Thursday, March 4, 2021

Day Two: McLaren Vale, part 1

 Yangarra is a very fortunate winery. It has great terroir, its winemaker, Peter Fraser, is very talented, and the owner, the Jackson Family, has very deep pockets. It is a curious ownership situation. The mothership, Kendall-Jackson, is a mass producer, in particular of Chardonnay. But then, the family has many other winery projects around the world where the pursuit of top quality is the number one priority. Some examples of the deep pockets can be seen here.

Concrete amphorae, made in Australia 

                                                      Terracotta amphorae from Italy

New foudre barrels

Another advantage of deep pockets is that Yangarra managed to hold back quite a bit as museum stock. In order to balance demand with the low yields of 2019 and 2020, some of it will be released over the next couple of years. My tasting reflects this strategy.

A straight Roussane can sometimes be a bit fat, but the 2016 Roussane is a clean and very fresh wine. True to the variety, it is not fruit oriented, but textural. The 2019 Noir is the absolute value for money wine. Rather than a standard GSM, this Grenache dominated blend includes also Cinsault and Carignan. It is a fairly light wine, juicy, round, and soft, with fine tannins. This is a delicious blend (92 points).

The hero variety of Yangarra is Grenache. The 2019 Old Vine Grenache is fragrant, with dark fruit and savoury notes. The tannins are quite firm - another very attractive wine and a step up from previous vintages (94 points). I could compare this with the 2011 Old Vine Grenache. The colour of this wine is still good, and the flavours quite intense. The wine has developed some earthy flavours (93 points).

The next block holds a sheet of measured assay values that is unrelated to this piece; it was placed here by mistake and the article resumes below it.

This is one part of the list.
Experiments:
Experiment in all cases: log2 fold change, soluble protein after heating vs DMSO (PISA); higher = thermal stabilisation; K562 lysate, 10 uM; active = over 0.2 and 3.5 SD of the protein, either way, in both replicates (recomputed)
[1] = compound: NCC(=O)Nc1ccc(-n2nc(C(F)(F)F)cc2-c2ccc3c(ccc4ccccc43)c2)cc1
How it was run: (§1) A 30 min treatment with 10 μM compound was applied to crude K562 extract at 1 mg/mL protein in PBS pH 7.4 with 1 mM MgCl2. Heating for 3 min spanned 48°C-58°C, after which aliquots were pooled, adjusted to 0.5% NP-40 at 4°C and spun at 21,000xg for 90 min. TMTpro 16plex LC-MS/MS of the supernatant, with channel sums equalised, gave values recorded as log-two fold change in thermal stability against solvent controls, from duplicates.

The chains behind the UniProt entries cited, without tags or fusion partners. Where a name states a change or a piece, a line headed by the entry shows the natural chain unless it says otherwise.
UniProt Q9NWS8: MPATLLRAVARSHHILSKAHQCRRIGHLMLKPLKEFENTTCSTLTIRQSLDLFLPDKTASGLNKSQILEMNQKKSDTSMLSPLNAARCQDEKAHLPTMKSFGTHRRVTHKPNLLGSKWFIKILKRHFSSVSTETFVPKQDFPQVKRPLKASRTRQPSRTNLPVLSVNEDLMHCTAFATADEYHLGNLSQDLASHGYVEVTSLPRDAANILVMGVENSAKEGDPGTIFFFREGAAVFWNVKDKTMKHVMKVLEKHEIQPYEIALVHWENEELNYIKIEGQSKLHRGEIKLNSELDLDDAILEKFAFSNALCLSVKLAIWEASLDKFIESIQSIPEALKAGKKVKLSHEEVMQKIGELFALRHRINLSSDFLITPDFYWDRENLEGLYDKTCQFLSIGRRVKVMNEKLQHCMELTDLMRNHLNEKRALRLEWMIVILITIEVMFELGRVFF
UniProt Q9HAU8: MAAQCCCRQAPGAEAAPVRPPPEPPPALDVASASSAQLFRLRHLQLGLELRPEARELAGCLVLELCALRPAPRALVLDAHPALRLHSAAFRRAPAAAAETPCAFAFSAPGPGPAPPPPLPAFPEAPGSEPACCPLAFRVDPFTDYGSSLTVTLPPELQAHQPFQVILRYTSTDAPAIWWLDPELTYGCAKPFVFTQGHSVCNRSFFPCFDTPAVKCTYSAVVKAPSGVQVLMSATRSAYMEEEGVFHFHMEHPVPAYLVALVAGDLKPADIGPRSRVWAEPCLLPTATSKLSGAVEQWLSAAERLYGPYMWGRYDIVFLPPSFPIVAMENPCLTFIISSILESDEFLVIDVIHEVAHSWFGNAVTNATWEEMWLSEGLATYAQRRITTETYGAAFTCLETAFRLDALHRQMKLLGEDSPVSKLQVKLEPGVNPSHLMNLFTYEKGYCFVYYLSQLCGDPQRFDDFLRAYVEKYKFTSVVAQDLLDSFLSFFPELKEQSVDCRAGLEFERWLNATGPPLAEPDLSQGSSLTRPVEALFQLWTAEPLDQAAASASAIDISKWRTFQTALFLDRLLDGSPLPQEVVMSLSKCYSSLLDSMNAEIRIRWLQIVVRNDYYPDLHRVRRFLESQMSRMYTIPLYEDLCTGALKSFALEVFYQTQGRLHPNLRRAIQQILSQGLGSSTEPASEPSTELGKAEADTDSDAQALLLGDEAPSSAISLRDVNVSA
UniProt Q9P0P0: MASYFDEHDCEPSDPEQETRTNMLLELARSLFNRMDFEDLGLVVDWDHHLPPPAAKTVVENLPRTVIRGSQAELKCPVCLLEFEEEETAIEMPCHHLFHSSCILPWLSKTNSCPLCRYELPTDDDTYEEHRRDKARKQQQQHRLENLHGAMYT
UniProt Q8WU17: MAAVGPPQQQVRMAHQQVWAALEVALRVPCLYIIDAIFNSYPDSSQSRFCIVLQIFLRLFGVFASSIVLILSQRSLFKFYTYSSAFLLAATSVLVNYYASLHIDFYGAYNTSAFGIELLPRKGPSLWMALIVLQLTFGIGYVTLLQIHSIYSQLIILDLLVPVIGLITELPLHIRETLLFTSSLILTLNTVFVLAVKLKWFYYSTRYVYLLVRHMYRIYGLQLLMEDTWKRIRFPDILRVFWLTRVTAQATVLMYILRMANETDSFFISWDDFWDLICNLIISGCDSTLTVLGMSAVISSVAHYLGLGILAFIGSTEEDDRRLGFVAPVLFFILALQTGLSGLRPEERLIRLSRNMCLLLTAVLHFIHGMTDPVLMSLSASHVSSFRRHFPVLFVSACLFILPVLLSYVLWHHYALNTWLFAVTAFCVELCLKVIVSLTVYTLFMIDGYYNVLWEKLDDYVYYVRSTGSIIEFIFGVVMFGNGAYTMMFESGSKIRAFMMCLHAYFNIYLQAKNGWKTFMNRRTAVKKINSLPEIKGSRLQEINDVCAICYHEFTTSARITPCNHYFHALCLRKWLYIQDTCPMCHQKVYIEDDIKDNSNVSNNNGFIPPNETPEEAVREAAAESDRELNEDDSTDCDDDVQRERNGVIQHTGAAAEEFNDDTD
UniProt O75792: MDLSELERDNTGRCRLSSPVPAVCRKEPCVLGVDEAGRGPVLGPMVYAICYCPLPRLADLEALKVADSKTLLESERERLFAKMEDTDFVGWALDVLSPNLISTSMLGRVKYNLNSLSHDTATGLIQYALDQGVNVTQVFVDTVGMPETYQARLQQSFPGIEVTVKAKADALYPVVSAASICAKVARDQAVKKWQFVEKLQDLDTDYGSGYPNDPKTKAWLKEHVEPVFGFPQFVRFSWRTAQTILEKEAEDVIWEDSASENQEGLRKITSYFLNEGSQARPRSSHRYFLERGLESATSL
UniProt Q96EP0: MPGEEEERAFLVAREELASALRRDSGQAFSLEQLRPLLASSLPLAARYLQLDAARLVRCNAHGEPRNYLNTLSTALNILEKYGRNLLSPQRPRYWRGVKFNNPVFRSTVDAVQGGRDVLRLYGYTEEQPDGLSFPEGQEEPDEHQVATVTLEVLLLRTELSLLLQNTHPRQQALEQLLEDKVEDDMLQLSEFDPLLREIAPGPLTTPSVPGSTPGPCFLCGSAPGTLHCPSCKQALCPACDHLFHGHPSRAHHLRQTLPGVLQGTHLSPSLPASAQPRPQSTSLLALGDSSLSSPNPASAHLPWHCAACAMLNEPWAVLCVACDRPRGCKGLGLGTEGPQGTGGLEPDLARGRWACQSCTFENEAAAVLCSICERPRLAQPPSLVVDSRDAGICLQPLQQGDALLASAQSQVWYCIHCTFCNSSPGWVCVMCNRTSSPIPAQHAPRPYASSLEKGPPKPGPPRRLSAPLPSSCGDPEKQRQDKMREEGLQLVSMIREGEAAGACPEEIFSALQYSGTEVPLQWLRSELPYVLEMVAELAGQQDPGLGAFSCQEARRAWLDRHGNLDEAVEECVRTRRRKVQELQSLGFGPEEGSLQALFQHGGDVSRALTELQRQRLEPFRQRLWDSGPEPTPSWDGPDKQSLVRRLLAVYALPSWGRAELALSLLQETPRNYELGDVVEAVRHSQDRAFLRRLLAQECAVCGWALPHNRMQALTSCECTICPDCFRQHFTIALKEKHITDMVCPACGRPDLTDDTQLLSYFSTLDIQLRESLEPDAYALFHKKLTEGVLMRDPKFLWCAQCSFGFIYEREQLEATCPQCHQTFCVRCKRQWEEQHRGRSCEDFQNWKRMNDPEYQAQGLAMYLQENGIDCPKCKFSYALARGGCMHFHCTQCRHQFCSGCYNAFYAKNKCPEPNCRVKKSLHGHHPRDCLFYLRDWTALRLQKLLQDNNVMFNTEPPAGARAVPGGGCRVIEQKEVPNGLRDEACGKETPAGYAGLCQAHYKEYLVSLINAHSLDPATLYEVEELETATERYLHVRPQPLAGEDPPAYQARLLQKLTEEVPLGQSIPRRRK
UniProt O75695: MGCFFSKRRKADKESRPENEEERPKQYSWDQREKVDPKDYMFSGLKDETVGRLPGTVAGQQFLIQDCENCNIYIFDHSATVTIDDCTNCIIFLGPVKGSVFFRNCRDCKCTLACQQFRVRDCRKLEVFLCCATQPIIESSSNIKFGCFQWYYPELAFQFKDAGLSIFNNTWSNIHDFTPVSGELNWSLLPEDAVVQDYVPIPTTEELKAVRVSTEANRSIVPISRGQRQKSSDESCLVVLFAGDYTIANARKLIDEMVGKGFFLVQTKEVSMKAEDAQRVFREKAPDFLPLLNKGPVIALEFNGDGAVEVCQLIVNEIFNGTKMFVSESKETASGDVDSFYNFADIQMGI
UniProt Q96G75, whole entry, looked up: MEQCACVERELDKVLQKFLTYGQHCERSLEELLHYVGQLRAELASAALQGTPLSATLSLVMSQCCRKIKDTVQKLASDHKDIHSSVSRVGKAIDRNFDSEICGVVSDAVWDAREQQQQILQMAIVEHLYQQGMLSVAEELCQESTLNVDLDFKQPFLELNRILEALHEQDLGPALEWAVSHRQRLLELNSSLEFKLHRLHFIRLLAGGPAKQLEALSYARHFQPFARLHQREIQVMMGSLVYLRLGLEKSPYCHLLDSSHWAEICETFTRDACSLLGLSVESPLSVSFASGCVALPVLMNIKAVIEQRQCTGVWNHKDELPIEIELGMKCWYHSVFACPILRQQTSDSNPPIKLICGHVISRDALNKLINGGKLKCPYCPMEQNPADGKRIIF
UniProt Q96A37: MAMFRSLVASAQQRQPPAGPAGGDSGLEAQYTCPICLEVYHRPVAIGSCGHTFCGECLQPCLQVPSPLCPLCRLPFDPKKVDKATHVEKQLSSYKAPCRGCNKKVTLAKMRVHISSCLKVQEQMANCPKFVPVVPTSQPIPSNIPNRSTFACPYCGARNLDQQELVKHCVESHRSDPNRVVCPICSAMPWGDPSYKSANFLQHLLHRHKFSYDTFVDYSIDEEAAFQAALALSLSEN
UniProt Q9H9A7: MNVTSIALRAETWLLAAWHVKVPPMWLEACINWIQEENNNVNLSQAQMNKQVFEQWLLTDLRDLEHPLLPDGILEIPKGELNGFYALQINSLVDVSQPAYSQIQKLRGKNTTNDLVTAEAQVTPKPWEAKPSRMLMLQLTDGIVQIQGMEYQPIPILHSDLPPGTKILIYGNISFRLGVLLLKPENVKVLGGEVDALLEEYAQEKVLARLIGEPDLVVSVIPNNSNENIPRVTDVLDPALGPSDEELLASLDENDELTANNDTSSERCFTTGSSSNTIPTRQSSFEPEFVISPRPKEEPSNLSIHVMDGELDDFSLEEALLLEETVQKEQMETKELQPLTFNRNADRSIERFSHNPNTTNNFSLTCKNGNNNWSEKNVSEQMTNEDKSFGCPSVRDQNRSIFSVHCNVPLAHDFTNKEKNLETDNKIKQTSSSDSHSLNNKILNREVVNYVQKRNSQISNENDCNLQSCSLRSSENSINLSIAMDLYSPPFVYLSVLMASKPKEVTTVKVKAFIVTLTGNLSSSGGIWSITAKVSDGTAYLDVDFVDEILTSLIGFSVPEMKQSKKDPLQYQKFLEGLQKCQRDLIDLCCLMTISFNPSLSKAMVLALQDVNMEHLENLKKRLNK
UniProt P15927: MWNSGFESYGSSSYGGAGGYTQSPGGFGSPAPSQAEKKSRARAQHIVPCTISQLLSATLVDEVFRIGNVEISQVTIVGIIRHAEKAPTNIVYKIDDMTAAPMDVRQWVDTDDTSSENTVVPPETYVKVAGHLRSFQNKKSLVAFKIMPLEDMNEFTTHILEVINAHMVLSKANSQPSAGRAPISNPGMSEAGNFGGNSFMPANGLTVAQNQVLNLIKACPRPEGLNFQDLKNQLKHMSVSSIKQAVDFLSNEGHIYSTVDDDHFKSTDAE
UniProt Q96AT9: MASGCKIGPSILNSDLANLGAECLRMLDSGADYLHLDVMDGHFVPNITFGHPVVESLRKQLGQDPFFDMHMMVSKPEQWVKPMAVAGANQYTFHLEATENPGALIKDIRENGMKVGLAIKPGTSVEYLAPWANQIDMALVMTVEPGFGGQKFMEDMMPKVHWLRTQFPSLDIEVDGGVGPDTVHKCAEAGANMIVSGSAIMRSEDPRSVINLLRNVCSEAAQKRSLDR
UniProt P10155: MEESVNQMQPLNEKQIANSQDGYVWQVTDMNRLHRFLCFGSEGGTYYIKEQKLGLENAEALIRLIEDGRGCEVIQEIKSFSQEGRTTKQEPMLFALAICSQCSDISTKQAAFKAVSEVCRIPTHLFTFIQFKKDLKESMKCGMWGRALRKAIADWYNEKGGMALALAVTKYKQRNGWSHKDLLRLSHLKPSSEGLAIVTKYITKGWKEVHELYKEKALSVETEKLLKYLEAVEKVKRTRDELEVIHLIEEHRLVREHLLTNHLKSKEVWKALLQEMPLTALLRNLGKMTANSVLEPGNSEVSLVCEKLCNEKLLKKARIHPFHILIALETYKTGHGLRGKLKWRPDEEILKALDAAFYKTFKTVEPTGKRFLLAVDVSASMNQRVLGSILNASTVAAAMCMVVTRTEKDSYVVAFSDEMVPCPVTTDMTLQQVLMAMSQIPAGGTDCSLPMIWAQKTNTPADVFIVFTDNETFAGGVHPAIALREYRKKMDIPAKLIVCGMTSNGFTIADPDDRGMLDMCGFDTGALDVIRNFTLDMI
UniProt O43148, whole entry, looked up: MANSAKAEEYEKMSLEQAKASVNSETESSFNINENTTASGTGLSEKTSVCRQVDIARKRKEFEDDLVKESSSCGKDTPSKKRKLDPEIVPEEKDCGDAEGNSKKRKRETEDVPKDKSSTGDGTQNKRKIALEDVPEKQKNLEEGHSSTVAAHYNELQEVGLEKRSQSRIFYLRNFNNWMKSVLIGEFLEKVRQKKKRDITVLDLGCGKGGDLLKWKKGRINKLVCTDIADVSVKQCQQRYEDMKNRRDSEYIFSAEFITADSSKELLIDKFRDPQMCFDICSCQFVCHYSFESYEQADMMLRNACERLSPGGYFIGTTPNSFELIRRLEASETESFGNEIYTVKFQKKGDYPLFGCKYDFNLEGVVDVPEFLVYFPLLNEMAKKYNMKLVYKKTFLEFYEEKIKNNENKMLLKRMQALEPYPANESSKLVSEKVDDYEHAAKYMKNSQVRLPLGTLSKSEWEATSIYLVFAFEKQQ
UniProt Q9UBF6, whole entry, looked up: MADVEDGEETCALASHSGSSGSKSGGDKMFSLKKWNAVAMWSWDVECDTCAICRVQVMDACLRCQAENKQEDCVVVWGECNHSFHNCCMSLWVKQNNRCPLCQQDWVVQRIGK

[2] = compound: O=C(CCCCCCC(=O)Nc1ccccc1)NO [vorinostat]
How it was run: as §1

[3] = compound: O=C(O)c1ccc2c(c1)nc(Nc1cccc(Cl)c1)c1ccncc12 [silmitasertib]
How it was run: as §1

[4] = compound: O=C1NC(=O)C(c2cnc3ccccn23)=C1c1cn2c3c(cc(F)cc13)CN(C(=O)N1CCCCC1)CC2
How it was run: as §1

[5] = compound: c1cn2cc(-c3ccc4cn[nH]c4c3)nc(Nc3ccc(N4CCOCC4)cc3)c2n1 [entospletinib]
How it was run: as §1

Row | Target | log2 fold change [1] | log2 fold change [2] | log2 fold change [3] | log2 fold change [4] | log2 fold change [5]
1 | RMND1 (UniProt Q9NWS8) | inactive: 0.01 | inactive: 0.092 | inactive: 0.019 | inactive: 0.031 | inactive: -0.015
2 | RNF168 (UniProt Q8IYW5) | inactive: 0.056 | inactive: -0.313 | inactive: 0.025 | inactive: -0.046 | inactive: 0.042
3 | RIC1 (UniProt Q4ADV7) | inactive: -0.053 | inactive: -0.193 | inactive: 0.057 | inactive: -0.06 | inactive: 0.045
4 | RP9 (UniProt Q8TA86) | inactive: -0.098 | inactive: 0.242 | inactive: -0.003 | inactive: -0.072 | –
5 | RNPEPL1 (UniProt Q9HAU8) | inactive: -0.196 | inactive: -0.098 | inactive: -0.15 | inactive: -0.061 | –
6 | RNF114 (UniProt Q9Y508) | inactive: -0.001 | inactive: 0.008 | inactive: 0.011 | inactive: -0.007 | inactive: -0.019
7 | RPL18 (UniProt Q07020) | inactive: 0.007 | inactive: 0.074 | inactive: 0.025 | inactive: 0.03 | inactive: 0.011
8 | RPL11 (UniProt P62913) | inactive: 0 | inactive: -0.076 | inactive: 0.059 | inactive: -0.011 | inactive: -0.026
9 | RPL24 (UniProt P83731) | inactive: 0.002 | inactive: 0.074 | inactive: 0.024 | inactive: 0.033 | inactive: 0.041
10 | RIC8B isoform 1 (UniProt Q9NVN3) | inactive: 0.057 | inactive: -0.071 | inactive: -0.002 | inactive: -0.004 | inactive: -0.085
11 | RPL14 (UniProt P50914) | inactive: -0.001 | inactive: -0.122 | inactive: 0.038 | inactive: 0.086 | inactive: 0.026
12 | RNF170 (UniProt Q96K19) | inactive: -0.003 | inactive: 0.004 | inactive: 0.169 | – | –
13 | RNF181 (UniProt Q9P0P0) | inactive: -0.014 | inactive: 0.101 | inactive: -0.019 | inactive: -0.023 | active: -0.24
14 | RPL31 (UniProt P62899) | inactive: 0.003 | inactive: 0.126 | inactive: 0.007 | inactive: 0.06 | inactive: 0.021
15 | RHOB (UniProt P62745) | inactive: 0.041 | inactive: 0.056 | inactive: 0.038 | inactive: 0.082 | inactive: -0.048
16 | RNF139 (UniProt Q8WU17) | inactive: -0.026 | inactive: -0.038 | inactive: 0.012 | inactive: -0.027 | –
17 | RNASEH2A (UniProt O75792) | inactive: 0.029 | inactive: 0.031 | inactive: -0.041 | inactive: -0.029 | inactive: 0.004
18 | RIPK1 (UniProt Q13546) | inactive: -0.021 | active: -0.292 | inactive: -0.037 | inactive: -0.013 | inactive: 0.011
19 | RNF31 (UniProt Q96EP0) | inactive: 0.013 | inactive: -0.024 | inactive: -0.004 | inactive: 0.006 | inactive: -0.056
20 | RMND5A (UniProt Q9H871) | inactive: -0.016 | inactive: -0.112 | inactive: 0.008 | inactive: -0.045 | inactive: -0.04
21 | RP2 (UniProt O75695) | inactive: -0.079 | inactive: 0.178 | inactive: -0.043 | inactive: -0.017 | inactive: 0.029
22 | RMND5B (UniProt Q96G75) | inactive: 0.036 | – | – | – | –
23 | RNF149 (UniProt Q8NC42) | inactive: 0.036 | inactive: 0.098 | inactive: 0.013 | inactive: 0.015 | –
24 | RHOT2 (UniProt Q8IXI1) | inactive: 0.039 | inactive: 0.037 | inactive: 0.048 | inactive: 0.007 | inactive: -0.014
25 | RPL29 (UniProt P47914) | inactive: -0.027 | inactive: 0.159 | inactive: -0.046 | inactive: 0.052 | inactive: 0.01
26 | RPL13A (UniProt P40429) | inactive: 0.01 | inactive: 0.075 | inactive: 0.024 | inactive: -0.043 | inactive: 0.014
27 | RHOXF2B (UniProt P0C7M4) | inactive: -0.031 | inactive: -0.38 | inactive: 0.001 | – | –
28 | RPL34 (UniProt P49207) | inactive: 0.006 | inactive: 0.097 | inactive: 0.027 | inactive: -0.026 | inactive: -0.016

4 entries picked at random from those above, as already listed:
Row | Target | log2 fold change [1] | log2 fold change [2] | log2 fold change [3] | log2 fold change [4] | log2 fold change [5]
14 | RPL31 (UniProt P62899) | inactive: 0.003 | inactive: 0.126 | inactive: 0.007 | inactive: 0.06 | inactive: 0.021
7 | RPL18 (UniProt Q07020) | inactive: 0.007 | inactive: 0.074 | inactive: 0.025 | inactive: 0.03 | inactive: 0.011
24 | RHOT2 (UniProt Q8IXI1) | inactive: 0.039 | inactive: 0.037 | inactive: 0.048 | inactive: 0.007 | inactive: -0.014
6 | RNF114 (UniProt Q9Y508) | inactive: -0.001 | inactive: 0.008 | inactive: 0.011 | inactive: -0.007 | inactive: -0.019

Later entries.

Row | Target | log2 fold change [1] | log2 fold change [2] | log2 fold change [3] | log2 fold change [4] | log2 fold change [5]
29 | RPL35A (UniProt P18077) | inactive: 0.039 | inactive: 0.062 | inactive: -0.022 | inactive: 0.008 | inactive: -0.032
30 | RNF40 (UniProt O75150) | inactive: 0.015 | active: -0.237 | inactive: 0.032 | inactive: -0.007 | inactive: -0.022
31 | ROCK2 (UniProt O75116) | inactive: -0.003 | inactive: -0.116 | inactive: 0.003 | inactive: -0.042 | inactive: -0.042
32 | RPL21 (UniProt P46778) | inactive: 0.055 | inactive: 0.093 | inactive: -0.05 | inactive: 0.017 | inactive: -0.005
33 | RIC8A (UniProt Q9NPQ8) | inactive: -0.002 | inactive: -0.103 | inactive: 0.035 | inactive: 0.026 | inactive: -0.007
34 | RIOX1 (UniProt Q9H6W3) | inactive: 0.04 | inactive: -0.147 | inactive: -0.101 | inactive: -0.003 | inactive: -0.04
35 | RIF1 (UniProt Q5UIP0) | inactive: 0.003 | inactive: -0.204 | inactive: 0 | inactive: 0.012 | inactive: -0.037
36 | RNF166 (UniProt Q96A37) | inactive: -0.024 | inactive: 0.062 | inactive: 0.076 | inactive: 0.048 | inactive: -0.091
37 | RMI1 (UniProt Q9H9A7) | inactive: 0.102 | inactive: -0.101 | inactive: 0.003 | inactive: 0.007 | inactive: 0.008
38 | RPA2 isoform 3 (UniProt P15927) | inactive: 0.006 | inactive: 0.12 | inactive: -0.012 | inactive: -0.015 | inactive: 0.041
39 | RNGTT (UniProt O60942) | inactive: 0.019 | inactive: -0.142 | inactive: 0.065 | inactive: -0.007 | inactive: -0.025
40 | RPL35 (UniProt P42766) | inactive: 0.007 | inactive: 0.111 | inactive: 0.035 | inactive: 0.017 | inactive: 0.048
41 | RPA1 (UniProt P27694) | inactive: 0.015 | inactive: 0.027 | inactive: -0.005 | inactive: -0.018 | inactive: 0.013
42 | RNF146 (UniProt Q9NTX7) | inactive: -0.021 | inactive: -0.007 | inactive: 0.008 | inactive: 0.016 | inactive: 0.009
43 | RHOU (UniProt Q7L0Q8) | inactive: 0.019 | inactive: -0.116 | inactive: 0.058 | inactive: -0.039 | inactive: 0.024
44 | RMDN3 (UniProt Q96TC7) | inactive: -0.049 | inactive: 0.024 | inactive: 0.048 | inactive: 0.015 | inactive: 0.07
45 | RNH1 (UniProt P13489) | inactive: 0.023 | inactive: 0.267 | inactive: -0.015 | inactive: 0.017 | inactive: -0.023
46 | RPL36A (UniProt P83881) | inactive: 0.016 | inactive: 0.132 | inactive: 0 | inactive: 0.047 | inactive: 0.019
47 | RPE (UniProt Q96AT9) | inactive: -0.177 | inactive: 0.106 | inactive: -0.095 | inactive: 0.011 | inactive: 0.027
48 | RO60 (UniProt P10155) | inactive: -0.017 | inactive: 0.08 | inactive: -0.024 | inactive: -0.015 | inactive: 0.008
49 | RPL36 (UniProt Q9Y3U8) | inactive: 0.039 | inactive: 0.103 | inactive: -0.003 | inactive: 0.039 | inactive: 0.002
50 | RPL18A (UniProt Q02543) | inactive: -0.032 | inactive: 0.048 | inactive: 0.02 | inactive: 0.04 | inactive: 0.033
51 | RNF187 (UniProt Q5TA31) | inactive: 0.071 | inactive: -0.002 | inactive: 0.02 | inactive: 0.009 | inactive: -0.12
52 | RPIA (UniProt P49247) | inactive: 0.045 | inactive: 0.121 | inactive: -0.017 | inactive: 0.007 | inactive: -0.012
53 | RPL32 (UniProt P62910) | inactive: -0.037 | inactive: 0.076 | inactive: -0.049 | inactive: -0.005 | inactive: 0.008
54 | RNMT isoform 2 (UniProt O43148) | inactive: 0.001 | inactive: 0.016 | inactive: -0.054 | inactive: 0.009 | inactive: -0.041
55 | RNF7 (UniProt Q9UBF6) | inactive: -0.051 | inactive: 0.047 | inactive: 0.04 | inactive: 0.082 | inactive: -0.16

The 2016 Ovitelli Grenache, from a special block of 75 year old vines, saw cool fermentation and maturation in amphora. As a result, there has been no oxygen exposure (the newer terracotta ones allow for some oxygen exchange). This is an elegant and very polished wine. It is savoury and fresh, and at peace with itself. The finish is very long (96 points).

On to the Shiraz. The 2018 Estate Shiraz is quite ripe, with dark fruit and mocca flavours. Peat and iodine add complexity to the elegant palate. The 2019 Kings Wood Shiraz, in its third vintage, has been matured in 2500 litre foudres, 50% new. It includes 20% wholebunch. Plum and blueberry flavours dominate. The tannins are fine, but also grippy. 

The 2017 Ironheart Shiraz comes from a north facing block, and according to Peter works really well in a cooler vintage.  The intensity of the blackberry fruit delivers a powerful wine, which is not sweet, quite an achievement. Again, the tannins are firm, and the finish very long (97 points).

There are some characteristics which cut across all these wines. Elegance is present in all of them. There is an emphasis on savoury flavours, without overdoing this, and as one moves up the 'pyramid', elegance is paired with power. 


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